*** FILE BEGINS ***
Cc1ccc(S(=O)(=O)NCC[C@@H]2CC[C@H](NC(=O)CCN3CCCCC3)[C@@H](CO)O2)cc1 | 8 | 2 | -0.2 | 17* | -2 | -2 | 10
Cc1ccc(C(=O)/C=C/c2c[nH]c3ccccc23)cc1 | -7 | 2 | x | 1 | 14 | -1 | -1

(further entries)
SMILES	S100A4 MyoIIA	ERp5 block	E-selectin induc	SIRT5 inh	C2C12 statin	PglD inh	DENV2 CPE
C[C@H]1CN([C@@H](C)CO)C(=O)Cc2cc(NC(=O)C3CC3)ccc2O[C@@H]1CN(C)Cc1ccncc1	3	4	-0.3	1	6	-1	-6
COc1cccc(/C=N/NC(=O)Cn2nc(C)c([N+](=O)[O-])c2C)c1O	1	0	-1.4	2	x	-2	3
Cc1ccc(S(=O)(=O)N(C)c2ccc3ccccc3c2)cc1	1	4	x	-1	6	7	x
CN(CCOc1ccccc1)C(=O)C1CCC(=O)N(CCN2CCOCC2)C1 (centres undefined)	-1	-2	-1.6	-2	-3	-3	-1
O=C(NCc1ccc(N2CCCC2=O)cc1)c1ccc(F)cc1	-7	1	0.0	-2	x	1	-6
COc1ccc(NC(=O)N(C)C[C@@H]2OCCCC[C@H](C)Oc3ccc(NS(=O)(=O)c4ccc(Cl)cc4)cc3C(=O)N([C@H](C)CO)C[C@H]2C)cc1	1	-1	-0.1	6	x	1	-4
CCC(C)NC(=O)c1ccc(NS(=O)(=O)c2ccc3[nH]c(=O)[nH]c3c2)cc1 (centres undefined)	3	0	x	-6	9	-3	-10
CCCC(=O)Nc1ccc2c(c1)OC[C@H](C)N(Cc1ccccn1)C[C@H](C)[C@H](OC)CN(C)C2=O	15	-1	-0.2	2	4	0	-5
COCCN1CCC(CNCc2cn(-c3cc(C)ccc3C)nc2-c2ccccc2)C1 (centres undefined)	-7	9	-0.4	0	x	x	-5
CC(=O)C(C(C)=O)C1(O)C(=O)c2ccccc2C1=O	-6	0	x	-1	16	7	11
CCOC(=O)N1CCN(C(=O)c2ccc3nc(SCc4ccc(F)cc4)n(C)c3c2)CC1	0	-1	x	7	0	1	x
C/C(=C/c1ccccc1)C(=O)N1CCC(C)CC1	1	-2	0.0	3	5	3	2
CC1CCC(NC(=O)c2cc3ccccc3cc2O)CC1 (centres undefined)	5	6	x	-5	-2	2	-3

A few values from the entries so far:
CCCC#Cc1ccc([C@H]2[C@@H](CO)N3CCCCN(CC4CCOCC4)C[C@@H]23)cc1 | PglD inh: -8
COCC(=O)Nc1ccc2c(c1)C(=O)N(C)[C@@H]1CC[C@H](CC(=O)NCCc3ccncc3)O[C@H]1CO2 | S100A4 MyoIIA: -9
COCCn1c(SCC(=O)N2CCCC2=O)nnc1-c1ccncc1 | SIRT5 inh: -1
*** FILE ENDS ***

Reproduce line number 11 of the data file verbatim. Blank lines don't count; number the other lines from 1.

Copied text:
CCC(C)NC(=O)c1ccc(NS(=O)(=O)c2ccc3[nH]c(=O)[nH]c3c2)cc1 (centres undefined)	3	0	x	-6	9	-3	-10